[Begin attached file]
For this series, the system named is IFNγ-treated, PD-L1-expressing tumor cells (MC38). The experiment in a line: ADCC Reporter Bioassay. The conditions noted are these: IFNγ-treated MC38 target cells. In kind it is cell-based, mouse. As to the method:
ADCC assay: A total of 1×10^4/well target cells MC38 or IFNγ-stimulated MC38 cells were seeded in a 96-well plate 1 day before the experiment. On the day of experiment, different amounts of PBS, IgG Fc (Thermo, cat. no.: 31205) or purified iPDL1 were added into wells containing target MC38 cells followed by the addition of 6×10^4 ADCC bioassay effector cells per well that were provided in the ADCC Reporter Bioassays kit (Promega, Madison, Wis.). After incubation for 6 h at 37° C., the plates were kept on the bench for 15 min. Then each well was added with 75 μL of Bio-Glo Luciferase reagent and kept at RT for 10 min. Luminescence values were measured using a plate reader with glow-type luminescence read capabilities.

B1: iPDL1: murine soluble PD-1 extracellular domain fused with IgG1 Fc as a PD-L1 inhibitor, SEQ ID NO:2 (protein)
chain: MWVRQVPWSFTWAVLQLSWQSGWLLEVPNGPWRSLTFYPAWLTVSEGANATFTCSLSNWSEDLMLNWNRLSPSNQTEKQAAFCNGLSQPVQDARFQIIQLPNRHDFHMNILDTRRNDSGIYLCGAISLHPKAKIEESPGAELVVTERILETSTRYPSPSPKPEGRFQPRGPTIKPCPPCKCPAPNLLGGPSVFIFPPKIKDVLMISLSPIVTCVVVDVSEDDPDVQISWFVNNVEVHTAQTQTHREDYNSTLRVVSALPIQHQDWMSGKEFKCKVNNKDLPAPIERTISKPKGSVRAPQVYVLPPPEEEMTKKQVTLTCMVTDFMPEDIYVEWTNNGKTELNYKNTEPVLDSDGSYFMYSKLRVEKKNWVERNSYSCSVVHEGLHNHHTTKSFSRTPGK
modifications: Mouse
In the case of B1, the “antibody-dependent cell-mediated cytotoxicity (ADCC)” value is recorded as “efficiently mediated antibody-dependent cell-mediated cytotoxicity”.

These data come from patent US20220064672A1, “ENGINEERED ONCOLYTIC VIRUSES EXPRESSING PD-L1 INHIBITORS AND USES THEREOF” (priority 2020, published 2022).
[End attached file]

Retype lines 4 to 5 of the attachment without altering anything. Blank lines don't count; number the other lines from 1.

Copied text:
chain: MWVRQVPWSFTWAVLQLSWQSGWLLEVPNGPWRSLTFYPAWLTVSEGANATFTCSLSNWSEDLMLNWNRLSPSNQTEKQAAFCNGLSQPVQDARFQIIQLPNRHDFHMNILDTRRNDSGIYLCGAISLHPKAKIEESPGAELVVTERILETSTRYPSPSPKPEGRFQPRGPTIKPCPPCKCPAPNLLGGPSVFIFPPKIKDVLMISLSPIVTCVVVDVSEDDPDVQISWFVNNVEVHTAQTQTHREDYNSTLRVVSALPIQHQDWMSGKEFKCKVNNKDLPAPIERTISKPKGSVRAPQVYVLPPPEEEMTKKQVTLTCMVTDFMPEDIYVEWTNNGKTELNYKNTEPVLDSDGSYFMYSKLRVEKKNWVERNSYSCSVVHEGLHNHHTTKSFSRTPGK
modifications: Mouse